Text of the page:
A Universal Gaze
Coming to terms with the current predicament of gender.
“The test of a first-rate intelligence is the ability to hold two opposed ideas in mind at the same time and still retain the ability to function.” – F. Scott Fitzgerald
The term “male gaze” was first coined by film critic, Laura Mulvey in her essay, Visual Pleasure and Narrative Cinema in 1975, where she boldly argued that the “gaze is property of one gender” and that the notion of a “female gaze” exists only as “a mere cross-identification with masculinity”. The male gaze is generally seen to be the act of depicting women and the world, via visual arts and literature, from a masculine heterosexual perspective that presents and represents women as sexual objects of pleasure for the male viewer. The male gaze directly implicates three different perspectives within any given image: that of i) the creator of the work ii) those of the characters within the representation and iii) that of the spectator. At its most extreme and destructive, the male gaze can be comparable to a form of Freudian scopophilia, whereby sexual pleasure is derived from observing the passive female as purely a sexual object.
The late, great John Berger popularized and expanded on the idea, and in turn made the notion of a “male gaze” mainstream in his iconic, Ways of Seeing: “According to usage and conventions which are at last being questioned but have by no means been overcome—men act and women appear. Men look at women. Women watch themselves being looked at.” Berger was rightly responding to the countless images we find in Renaissance artwork specifically, which often posited women as objects of desire for male artists and viewers to visually consume- a form of (religiously sanctioned) soft-core pornography. The women in such paintings lack agency and that’s why they can cause discomfort, when viewed by our generation.
The idea of studying art history or visual theory nowadays without accommodating the presence and proliferation of “male gaze” imagery that has flooded the visual field is practically unthinkable- to dismiss the notion is to miss the point completely and to glaze over the obvious disparities in depiction between the sexes over the ages. When I was studying, the term male gaze was a powerful weapon and tool to criticize a man’s artistic output, working most effectively with pre-20th century art (work created prior to the Women’s Liberation Movement, more specifically), but could actually be applied (even if sloppily) to any man’s artwork, even if it didn’t depict a woman. I’d haphazardly litter my essays with the term, using it as a means to vent my angry feminist sensibilities and to avenge the undervalued women found within such images. But the state of gender relations has seismically progressed since the 70s and the output of second-wave feminist theory in which this terminology was originally borne out of; even though we still apply the term in the same way- and to artworks made in our markedly more progressive, contemporary culture.
We now live in a world where men and women are more equal than they have ever been. Fact. A world that has become so fixated on not causing offence to those that were previously overlooked or subjugated, that we’ve become obsessed with creating increasingly specific definitions to accommodate certain social positions and perspectives. My feeling is that quite often this engenders separatism between the sexes (emphasising difference) rather than unification. If you speak to men about modern feminism, even those who are entirely for equality, feel threatened by the language utilised in feminist rhetoric. Male artists are painfully aware of the privileged position they’ve held over the centuries; many are ashamed of it and wish to sensitively shed their silver spoon- and are still being hurled the same denunciative critique. In contrast, female artists are currently enjoying their newfound recognition for possessing a vital perspective and recent reclamation of space within the art world. It’s been a long time coming. And quite rightly, women should take some time to bask in the sunlight of appreciation, but one must not forget that a woman’s vision is not a revolutionary act in itself, a female gaze has always existed and it comes with its own deductive qualities and its own set of projections.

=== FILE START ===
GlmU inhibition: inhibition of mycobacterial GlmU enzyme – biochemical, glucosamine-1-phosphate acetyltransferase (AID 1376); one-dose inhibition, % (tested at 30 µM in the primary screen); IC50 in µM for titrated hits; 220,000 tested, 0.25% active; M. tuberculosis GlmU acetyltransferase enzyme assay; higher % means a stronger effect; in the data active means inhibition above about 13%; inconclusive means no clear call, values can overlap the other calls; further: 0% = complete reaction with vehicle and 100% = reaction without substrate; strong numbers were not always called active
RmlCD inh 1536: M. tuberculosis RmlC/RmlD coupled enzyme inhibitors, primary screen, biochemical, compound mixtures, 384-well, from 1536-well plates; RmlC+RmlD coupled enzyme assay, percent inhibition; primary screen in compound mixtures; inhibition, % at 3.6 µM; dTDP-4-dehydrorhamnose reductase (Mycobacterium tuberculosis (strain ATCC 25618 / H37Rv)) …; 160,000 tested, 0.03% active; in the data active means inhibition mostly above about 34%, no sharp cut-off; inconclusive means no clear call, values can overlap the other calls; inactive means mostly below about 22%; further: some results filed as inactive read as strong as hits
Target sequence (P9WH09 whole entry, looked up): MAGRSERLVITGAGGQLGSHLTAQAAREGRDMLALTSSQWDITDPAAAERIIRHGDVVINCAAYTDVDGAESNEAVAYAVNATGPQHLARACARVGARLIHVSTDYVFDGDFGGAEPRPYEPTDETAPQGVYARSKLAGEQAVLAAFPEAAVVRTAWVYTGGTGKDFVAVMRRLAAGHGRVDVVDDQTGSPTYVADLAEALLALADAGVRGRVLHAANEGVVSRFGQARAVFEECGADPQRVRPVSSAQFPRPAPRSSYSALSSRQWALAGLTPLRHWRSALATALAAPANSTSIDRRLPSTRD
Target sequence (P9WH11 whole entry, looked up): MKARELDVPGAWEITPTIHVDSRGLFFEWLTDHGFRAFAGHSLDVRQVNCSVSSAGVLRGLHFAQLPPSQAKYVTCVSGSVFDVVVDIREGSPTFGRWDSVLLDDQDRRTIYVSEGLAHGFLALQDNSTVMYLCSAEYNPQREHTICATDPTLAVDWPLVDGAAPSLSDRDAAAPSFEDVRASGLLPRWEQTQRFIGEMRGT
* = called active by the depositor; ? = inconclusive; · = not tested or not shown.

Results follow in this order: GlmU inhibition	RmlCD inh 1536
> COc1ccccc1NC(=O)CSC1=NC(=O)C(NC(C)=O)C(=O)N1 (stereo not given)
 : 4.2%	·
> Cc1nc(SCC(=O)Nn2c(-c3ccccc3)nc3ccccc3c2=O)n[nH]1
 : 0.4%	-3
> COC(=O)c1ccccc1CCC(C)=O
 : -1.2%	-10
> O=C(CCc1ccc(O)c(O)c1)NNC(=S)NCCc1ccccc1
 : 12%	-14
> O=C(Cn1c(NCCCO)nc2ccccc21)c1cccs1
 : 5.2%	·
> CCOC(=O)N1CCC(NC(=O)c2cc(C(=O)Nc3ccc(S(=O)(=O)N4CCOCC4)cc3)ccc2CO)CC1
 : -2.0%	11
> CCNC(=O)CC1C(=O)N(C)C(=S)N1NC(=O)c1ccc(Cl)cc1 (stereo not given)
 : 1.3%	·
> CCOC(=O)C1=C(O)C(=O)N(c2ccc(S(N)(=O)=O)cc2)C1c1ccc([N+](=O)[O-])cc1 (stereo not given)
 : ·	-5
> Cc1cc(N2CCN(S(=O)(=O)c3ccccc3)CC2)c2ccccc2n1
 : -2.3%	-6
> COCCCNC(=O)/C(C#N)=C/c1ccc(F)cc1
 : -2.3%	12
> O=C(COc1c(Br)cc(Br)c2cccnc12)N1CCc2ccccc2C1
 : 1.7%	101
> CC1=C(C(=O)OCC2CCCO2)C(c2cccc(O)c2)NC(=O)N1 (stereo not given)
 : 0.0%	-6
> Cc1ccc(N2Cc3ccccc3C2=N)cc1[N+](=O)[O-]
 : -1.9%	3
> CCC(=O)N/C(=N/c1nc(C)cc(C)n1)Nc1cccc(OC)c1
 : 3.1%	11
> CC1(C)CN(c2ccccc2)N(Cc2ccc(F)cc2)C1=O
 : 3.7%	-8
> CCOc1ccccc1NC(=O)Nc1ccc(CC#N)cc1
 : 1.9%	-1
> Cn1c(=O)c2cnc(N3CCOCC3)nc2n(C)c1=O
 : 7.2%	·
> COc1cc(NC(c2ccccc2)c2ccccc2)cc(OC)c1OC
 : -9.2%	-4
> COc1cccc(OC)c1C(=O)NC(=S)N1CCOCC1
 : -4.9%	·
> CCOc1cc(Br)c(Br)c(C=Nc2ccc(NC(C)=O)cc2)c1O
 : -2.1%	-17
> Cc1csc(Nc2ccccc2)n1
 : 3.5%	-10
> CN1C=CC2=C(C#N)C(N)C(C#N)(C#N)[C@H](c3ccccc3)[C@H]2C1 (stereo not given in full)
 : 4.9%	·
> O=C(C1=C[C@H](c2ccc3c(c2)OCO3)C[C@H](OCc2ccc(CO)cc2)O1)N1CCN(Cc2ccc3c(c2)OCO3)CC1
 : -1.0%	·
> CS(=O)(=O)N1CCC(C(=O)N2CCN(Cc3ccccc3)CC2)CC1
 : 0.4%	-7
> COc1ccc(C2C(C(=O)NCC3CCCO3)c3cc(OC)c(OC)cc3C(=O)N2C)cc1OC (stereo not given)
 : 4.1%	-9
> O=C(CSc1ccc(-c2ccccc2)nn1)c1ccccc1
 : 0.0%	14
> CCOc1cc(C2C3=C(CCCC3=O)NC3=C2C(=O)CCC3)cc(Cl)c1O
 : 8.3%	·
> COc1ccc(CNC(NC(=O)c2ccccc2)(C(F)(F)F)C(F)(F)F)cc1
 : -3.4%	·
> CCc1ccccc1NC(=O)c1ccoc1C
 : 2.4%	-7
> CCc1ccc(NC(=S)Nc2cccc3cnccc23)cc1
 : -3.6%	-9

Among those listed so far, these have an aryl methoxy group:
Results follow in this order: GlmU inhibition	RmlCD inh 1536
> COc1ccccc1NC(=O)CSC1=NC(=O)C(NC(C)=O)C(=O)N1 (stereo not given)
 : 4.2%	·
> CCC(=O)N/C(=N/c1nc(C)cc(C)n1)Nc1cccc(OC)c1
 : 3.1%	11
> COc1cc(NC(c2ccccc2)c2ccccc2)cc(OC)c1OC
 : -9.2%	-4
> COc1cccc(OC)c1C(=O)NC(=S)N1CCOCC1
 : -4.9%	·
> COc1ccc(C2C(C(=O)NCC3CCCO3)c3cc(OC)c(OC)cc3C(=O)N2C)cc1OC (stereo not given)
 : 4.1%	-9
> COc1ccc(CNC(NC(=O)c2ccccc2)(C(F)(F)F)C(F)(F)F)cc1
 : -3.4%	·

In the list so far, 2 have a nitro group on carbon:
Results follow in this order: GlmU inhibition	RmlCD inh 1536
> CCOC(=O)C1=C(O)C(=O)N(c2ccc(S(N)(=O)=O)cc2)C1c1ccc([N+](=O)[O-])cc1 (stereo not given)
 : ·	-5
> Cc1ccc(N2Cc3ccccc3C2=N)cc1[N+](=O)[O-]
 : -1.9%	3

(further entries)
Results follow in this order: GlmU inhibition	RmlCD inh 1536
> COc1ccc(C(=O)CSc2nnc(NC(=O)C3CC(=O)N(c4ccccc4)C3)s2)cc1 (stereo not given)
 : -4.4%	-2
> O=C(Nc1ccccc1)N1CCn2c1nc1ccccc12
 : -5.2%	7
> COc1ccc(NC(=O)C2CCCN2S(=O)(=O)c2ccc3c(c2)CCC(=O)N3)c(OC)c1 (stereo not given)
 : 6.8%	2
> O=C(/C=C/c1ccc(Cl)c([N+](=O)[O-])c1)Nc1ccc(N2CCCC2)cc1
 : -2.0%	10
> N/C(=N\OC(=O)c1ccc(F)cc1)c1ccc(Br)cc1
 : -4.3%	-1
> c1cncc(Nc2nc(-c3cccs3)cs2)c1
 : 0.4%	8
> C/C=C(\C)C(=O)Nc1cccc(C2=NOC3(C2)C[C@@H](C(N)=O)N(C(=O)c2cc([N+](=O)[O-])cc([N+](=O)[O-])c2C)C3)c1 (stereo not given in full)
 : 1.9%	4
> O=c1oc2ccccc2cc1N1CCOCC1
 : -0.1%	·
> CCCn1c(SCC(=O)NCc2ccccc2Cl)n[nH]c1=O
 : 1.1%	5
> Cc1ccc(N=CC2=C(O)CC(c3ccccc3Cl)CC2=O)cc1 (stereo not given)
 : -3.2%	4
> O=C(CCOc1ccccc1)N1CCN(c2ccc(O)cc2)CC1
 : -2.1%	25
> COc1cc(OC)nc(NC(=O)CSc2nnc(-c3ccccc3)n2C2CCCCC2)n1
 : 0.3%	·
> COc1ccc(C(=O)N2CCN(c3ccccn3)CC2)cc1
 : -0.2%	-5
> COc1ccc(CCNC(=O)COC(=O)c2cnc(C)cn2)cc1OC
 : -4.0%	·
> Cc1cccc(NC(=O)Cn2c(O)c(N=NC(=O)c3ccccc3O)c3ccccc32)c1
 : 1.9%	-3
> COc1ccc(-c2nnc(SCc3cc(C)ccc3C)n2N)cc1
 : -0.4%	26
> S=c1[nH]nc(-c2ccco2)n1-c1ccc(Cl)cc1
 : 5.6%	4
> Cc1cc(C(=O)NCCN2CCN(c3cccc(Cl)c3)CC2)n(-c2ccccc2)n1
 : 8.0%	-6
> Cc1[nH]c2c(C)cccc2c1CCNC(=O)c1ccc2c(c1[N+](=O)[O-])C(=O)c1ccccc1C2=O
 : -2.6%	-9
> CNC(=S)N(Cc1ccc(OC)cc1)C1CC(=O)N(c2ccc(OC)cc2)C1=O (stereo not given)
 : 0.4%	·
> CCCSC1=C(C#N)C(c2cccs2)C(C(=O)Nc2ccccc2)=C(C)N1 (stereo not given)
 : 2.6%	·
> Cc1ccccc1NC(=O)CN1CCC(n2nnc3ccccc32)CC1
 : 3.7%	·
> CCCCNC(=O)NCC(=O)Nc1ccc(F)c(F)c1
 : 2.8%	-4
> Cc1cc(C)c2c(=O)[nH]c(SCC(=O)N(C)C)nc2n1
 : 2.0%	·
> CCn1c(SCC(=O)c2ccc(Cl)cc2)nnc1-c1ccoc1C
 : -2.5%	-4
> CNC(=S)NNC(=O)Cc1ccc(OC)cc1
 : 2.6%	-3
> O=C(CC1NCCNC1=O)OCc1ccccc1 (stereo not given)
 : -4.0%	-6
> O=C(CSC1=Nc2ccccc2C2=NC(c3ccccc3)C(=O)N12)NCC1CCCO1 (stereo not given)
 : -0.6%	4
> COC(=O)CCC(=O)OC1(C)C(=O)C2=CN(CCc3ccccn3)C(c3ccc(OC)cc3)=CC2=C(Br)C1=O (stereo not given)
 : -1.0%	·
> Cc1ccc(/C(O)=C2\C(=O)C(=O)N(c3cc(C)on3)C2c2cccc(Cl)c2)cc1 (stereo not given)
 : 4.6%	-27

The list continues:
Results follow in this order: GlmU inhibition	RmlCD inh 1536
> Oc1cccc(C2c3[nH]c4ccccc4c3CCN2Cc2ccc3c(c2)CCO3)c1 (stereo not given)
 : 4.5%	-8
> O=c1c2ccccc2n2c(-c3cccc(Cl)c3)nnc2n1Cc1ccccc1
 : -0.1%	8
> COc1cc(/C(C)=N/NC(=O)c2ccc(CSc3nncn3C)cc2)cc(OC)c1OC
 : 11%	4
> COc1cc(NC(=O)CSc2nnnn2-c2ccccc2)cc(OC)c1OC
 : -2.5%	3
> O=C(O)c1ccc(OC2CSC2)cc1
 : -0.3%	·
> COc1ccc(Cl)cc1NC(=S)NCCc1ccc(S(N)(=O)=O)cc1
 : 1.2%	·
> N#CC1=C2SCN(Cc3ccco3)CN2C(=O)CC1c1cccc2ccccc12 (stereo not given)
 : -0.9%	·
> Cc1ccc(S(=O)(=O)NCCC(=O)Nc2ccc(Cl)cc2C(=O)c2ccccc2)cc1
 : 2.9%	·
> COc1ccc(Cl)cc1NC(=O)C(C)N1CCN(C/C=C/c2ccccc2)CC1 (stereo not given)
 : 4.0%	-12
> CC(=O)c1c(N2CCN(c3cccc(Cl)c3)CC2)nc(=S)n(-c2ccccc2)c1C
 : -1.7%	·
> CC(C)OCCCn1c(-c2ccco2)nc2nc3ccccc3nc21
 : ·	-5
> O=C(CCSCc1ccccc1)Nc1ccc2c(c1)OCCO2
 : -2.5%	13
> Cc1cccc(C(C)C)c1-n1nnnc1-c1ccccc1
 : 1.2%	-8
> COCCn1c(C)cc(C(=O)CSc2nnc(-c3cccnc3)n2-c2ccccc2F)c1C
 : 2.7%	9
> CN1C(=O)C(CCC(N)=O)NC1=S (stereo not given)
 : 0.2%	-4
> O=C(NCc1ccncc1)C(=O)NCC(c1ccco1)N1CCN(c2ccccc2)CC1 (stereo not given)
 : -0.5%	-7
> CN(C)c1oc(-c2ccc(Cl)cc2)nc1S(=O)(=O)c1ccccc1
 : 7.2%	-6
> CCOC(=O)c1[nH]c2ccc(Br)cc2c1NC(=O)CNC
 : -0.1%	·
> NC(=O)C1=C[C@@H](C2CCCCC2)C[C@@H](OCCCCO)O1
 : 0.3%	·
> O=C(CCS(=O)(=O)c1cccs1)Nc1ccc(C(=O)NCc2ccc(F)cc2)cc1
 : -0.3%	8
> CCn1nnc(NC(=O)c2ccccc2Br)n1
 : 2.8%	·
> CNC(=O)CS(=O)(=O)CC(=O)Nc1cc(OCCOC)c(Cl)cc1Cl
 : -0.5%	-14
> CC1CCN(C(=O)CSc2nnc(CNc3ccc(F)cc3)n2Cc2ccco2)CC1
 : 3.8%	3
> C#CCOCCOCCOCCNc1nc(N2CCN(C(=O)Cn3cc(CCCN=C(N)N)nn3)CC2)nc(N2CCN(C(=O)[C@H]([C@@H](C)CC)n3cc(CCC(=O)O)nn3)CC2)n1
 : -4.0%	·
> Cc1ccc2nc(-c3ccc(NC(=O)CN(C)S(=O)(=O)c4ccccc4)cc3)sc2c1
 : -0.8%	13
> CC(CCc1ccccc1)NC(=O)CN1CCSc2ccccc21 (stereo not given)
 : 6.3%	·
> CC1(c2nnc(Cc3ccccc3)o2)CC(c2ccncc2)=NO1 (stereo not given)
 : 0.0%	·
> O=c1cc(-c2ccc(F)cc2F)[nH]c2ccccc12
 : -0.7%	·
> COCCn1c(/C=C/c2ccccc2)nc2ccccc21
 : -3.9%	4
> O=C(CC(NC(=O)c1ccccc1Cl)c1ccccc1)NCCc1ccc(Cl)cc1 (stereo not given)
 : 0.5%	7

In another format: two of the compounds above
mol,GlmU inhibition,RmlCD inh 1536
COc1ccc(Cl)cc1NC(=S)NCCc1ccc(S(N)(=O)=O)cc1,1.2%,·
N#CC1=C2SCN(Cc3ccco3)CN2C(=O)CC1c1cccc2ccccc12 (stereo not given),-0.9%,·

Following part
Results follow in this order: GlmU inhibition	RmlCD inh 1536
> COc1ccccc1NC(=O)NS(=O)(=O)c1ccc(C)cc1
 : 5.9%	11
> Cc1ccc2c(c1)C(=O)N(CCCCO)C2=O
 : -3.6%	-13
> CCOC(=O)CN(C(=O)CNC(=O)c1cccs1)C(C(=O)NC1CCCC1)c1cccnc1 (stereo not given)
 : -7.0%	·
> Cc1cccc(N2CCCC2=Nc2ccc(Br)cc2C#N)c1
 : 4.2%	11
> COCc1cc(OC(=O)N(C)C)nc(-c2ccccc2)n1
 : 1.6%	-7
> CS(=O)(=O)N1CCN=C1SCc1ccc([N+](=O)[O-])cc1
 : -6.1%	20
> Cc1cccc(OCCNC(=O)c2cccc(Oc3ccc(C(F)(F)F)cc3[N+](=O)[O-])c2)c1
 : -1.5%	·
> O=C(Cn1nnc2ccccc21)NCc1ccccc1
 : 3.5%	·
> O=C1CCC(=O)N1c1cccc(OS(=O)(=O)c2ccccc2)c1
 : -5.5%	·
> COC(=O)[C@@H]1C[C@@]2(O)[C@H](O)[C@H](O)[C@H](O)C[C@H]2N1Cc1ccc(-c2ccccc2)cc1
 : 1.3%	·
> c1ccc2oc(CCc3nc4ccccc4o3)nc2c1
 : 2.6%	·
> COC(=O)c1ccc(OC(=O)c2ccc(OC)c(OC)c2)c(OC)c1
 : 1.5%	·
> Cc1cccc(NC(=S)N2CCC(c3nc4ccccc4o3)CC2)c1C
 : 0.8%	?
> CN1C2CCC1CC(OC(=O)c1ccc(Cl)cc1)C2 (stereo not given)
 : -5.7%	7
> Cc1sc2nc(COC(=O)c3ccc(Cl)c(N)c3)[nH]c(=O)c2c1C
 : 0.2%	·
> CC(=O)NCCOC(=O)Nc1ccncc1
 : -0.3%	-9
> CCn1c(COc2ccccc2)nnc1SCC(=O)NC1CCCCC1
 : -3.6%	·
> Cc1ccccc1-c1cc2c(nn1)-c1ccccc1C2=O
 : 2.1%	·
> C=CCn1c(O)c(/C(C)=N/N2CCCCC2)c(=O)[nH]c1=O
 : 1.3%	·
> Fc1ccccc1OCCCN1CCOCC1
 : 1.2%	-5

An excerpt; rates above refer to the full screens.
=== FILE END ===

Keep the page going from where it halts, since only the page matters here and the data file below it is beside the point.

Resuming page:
When I interviewed Charlotte Colbert earlier this year I was struck by her honesty when she said, “I don’t know whether the female gaze is any less imprisoning than a male gaze, because there’s always a form of objectification at play, just by looking at someone.” In a sense, this notion sparked my desire to write this piece; to open up an honest dialogue about the nature of gendered art criticism and gazes- drawing upon conversations I’ve had with young, contemporary artists practicing today.
Photographer Alice Joiner’s work is intimately engaged with her female gaze and came to the medium as a result of a self-documentation process during her recovery from anorexia. For Joiner, the issues associated with gendered gazes are due to ownership and awareness, “I think that the notion of the ‘female gaze’ highlights a sense of ownership of the female standpoint which is crucial to finding equilibrium within our society. I do think that gender is fluid, but considering the nature of art and artists consistently referencing art history, it is imperative to specify and take ownership and responsibility for our work and the topics we are sharing. My work for example is about women, female sexuality and honouring strength, fragility and empowerment and the female gaze within this context underlines a sense of strength.”
Similarly, painter and printmaker Venetia Berry’s work also actively takes on the staid notion of a “male gaze” and gives prominence to a more sensitive “female gaze” by purposefully reimagining the aesthetics associated with the female nude. I asked her how she’d feel if a viewer discerned a clear female gaze within her work: “I would be delighted. One of the main aims of my work is to reverse the age-old ‘male gaze’, and allow women to reclaim their gaze. I want to desexualise the female nude in art, celebrating women of all shapes and sizes, rejecting the patriarchal expectations of women in society today.” Berry suggested that the notion of gendered gazes within art and criticism nowadays still has its place, “as it educates us, as to where the view is coming from, and allows us to have a guess at their life experience. However, I think it is important not to generalise or prejudge individuals, particularly with the male gaze, which is often portrayed in a damning light.”